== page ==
By definition, Pope Francis represents the faith of Catholic Christianity with respect to all of its aspects and I am sure he does that. But compared to previous Popes, he seems to place much greater emphasis on the lessons provided by the Nazarene carpenter. To Pope Francis, that appears to be the central theme of Christianity. The Pope’s namesake, Saint Francis of Assisi who was a Catholic friar of the 12th century also felt that way. So where Pope Francis has departed from his predecessors and from many who presently claim to be Christians is that he has moved from talking the good talk to actually walking that walk as laid out by Jesus of Nazareth. The simplicity of his lifestyle, his emphasis on helping the poor and preserving human-friendly conditions on our planet are all radical departures from past papal practices.
By returning to the kind of issues that the Jesus of Nazareth focused on, Pope Francis has, I understand, become a disappointment to many Catholics and Christians. Some of these disappointed souls might have preferred to see a papal attitude more like many of his predecessors – where the main objective was to root out various forms of heresy. Other disappointed Catholics lob softer criticisms, such as that of the Catholic Jeb Bush when he recently said: “I don’t get economic policy from my bishops or my cardinal or my pope. I think religion ought to be about making us better as people and less about things that end up getting into the political realm.”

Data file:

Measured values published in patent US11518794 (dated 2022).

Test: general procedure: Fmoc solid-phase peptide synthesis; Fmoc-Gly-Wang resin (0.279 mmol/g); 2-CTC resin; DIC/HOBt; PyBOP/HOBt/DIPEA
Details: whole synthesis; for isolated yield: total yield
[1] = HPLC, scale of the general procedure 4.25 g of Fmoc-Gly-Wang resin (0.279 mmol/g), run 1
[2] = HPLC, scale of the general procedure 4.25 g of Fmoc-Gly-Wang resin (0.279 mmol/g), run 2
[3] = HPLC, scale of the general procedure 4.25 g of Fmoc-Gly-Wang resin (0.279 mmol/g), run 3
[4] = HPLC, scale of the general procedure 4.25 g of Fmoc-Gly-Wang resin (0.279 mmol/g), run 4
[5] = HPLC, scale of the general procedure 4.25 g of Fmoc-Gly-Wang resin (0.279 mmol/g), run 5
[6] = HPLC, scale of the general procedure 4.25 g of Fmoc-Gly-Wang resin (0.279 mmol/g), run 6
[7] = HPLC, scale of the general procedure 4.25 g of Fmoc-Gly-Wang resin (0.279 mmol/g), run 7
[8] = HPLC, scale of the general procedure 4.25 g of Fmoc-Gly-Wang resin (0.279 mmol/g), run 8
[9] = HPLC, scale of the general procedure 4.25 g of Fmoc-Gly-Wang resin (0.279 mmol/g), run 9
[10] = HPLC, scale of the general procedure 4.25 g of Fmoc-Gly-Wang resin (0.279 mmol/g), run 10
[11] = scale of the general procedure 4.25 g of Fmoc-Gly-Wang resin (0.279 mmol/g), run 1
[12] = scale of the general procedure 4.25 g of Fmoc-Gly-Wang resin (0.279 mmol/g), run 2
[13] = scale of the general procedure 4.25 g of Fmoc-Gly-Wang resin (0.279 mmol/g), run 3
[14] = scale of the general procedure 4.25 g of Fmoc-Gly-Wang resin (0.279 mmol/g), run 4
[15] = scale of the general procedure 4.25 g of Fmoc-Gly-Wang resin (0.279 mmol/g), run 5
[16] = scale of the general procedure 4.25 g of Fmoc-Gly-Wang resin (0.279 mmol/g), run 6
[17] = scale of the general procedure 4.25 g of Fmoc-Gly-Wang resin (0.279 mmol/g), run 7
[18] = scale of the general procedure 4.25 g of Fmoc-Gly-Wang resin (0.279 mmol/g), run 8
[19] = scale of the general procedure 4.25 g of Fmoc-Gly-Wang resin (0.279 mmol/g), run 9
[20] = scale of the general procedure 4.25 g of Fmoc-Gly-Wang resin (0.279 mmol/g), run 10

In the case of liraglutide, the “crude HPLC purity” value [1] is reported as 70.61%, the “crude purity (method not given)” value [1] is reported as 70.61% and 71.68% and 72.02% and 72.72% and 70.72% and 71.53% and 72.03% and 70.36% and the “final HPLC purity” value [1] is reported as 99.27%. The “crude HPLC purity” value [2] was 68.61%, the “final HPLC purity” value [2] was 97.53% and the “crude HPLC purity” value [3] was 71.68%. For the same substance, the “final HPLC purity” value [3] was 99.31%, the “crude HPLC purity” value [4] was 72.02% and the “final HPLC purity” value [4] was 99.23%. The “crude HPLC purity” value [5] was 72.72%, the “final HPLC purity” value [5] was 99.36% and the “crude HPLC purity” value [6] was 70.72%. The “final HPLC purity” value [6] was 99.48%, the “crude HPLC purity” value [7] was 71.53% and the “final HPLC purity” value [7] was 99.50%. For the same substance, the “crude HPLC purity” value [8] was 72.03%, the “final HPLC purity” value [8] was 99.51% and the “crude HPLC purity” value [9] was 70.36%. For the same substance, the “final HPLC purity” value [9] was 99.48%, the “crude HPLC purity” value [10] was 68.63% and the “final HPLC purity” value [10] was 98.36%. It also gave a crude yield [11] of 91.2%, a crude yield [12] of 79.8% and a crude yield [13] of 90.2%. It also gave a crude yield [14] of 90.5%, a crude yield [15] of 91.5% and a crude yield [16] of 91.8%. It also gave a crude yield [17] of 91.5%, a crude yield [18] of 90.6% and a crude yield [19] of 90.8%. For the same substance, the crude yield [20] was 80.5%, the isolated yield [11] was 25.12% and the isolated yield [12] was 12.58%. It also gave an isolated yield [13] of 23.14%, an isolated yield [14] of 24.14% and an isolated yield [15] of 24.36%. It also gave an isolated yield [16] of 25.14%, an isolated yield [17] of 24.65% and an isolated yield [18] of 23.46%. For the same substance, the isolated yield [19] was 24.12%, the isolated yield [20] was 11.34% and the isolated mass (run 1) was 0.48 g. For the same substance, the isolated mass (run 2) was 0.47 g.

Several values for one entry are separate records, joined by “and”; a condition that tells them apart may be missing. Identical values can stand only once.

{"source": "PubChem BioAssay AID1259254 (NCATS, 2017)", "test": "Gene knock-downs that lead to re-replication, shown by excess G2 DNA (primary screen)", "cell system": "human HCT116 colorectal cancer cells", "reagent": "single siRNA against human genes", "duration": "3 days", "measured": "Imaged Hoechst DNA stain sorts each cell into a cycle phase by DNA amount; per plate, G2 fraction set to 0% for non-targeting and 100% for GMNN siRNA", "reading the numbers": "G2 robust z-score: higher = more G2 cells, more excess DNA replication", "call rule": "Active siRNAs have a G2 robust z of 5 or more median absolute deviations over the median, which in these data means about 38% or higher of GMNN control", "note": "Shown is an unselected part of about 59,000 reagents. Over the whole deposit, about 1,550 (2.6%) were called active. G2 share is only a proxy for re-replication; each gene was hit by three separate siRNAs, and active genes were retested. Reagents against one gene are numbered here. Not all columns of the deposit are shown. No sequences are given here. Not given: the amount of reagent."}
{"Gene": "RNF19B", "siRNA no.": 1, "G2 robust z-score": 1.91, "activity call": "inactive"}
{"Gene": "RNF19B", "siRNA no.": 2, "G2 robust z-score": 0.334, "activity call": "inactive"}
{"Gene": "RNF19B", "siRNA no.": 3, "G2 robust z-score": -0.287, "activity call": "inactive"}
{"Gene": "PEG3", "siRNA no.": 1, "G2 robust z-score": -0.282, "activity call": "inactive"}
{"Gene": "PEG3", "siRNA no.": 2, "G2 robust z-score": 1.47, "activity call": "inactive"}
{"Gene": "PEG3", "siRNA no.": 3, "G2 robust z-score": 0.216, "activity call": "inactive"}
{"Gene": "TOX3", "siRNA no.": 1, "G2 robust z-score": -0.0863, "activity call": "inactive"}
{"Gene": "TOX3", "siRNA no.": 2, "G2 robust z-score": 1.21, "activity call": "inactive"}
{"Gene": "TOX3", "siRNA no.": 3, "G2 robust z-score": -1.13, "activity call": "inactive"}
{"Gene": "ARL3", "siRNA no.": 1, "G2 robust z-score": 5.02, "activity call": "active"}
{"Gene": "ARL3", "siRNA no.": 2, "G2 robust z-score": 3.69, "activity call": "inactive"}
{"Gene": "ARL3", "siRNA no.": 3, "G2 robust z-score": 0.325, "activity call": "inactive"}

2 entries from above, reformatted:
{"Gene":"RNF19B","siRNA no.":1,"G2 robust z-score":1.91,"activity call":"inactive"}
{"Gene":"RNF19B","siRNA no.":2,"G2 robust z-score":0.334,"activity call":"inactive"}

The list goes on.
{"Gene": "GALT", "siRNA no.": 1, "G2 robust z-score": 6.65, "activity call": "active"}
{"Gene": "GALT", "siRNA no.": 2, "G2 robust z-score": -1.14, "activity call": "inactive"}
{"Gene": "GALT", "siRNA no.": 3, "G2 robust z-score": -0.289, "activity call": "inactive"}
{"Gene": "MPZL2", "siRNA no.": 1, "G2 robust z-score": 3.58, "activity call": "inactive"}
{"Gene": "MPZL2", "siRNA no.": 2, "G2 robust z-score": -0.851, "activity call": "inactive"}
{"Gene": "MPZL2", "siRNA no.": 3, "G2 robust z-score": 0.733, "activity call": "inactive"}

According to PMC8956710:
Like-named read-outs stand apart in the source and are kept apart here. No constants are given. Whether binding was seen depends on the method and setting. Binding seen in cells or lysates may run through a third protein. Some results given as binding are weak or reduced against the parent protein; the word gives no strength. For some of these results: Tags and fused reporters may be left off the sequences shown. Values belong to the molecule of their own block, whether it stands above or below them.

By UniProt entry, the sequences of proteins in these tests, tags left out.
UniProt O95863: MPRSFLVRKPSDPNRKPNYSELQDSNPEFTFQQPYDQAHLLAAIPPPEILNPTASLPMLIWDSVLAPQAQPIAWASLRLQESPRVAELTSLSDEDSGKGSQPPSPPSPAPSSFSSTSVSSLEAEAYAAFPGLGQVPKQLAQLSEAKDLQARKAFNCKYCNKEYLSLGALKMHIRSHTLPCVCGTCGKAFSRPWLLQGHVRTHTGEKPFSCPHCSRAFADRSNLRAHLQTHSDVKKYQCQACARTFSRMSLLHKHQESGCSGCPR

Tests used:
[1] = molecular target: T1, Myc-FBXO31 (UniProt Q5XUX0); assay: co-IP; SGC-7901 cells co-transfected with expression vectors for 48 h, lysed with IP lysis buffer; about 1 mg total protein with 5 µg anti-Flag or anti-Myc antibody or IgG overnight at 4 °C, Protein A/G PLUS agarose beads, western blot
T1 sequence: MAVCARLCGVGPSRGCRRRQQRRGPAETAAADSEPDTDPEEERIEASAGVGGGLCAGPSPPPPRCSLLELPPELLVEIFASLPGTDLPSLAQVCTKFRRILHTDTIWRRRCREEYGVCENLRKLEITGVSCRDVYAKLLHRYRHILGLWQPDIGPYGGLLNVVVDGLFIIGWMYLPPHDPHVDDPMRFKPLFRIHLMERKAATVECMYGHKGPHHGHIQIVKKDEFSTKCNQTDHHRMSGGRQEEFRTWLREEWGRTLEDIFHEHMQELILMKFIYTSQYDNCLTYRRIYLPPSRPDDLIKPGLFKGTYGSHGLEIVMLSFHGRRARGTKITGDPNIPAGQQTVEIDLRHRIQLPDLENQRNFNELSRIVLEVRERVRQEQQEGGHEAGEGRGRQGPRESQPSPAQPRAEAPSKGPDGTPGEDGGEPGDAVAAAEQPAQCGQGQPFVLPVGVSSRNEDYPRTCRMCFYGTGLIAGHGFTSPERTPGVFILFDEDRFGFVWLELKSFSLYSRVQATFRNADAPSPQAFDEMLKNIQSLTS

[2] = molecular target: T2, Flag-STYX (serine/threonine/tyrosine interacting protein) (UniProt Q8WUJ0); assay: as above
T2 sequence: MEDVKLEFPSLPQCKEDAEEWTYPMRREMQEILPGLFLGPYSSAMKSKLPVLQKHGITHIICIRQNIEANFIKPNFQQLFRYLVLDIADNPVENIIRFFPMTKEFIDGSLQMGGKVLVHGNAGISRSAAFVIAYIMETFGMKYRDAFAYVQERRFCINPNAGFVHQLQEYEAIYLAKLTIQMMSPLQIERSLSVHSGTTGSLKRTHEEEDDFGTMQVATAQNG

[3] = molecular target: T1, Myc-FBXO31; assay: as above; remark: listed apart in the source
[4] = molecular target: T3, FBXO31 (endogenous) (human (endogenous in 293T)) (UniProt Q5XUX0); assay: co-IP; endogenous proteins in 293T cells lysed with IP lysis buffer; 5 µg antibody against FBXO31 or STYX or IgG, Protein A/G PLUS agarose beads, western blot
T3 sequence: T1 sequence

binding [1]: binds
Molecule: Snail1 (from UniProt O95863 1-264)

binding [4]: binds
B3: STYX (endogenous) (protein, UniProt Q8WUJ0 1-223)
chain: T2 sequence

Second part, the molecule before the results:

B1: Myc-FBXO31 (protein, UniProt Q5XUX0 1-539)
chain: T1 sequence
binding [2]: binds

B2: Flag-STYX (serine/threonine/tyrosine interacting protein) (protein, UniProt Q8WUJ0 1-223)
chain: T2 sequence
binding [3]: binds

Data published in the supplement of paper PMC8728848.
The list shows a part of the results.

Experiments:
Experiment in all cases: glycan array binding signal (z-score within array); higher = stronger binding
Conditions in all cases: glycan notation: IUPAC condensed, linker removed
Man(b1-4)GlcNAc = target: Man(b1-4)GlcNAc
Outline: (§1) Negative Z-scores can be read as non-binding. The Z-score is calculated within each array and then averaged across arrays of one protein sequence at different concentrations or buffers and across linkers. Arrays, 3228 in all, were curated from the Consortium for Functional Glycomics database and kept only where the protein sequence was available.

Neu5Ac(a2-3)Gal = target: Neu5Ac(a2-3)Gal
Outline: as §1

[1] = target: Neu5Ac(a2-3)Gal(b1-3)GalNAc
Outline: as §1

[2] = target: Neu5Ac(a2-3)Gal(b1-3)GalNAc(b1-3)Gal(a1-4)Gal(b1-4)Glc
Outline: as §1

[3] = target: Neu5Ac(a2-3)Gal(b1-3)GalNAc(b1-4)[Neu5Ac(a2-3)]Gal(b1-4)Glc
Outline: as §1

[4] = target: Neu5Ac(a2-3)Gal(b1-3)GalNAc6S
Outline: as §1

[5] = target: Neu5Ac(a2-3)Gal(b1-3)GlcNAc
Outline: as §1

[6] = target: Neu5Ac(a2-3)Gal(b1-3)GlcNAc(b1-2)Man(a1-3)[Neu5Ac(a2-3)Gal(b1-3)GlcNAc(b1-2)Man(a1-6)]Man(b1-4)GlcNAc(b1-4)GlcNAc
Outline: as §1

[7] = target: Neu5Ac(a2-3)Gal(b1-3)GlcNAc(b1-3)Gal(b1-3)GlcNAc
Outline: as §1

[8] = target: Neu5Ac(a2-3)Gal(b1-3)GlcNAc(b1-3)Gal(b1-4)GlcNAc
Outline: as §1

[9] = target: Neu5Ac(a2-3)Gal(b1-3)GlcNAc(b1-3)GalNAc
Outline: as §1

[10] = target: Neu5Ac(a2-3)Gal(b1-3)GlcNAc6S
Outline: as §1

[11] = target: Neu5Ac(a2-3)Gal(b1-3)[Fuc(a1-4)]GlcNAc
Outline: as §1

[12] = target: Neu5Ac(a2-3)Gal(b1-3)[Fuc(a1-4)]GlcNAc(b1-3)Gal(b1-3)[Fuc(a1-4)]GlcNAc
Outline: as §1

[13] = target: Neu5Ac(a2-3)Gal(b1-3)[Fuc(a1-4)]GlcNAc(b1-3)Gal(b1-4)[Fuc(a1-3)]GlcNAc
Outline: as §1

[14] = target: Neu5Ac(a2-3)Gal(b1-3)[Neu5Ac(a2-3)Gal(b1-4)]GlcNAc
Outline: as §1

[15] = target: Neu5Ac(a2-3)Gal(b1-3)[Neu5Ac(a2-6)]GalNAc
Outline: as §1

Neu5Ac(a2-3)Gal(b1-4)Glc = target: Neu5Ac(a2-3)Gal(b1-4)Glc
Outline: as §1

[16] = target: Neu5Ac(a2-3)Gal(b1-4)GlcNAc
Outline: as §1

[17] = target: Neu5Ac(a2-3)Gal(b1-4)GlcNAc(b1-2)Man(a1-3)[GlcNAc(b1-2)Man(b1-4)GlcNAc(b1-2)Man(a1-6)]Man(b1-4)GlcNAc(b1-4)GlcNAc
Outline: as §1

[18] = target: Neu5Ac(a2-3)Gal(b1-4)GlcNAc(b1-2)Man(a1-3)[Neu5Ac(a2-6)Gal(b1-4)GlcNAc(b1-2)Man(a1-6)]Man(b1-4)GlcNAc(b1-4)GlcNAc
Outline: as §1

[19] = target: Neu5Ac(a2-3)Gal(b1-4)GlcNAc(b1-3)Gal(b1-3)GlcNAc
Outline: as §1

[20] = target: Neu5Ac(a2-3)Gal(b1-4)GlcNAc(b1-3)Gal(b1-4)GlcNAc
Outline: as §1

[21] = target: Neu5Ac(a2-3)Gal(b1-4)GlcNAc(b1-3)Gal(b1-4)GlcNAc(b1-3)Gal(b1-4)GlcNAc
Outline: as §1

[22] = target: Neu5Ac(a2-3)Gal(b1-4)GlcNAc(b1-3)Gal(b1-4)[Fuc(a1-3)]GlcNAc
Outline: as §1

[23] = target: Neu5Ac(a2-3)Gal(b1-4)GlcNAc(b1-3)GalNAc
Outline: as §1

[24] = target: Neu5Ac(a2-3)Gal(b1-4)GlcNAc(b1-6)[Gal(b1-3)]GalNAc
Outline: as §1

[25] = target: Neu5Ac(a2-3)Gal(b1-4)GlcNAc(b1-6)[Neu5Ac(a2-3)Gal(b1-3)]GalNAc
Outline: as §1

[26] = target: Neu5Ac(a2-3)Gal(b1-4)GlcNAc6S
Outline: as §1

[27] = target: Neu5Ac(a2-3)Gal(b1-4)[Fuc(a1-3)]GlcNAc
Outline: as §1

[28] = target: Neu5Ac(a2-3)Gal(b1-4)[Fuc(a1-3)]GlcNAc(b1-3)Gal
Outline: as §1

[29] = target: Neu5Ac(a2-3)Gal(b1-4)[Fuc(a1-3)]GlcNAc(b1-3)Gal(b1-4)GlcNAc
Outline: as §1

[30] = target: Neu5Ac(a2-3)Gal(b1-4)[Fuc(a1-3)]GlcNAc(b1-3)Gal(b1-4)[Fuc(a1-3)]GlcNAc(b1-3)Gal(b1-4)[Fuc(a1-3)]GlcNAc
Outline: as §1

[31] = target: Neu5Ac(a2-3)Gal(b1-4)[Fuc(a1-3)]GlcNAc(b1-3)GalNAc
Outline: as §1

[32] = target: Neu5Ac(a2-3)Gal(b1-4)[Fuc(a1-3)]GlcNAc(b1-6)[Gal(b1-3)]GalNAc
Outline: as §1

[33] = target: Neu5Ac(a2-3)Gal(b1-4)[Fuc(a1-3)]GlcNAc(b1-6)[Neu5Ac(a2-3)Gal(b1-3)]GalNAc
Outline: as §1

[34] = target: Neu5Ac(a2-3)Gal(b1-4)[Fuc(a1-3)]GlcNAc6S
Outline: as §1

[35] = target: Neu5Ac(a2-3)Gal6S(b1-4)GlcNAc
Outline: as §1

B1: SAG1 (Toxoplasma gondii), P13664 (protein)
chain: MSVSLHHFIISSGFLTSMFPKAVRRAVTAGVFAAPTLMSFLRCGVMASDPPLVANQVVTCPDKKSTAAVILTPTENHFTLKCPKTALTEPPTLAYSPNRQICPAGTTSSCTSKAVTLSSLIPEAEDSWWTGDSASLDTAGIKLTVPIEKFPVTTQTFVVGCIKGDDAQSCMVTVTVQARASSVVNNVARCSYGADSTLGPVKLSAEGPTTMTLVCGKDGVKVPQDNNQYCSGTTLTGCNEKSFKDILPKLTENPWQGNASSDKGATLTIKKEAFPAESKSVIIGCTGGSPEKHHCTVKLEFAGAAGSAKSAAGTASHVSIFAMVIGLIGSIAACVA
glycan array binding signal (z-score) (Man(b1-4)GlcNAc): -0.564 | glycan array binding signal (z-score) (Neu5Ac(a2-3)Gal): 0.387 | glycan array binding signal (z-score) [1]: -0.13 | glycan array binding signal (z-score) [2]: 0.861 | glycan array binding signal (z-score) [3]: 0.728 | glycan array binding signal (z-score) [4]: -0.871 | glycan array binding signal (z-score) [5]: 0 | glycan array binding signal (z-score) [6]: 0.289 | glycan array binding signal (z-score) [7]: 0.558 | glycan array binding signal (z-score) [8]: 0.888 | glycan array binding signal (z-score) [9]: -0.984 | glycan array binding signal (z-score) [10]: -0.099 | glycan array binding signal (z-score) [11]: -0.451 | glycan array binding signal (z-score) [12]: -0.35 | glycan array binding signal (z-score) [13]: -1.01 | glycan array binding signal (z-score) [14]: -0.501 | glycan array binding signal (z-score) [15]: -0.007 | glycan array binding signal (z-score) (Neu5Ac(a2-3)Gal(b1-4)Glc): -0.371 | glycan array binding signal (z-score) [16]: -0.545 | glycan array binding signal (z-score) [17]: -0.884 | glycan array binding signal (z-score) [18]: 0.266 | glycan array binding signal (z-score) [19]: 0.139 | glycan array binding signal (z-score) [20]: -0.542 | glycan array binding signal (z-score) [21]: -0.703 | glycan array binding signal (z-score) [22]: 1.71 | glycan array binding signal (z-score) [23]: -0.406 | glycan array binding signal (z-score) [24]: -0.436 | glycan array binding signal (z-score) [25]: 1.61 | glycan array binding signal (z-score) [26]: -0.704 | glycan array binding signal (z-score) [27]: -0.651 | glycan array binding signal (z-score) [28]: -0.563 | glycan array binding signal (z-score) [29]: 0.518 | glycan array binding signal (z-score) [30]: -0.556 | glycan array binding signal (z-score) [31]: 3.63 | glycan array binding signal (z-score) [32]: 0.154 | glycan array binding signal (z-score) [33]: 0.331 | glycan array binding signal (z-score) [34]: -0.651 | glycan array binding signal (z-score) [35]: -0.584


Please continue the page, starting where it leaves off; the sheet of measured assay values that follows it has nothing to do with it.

The problem with Jeb’s view is that politics has always been and always will be about who we are as people. Our views on central political questions such as the economy, the environment, abortion and civil rights depend on our basic beliefs concerning our duties to others and about how we live our lives. These are fundamentally moral issues and Bush’s remarks make it sound as though he thinks the outcome of political battles is not affected by those basic values.
Pope Francis might be called a radical, but if he is one, that is only because he speaks in the language of the common person and is calling Christians to embrace the simple and clear mandates of their faith as expressed by Jesus of Nazareth. In doing so, Pope Francis appears to be awakening a portion of the world that has become dead to Christianity. If he’s breaking new ground, it’s because he’s reminding people of what it means to be a follower of and not just a believer in Jesus Christ. Pope Francis is reminding us that followers of Jesus Christ should focus more on the welfare of all of the Earth’s inhabitants and on the gift God has given us, that is, the Earth itself, and less, perhaps, on our own self interests. In short, Pope Francis has reminded Christians that it is just as important to “behave” as it is to “be saved”. With all due respect to the Apostle Paul, I also happen to believe that the former leads to the latter.
So thank you, Pope Francis, for coming to visit us! My previous declaration in a post last June entitled “Halleluiah, our leader has arrived!” was clearly not misplaced .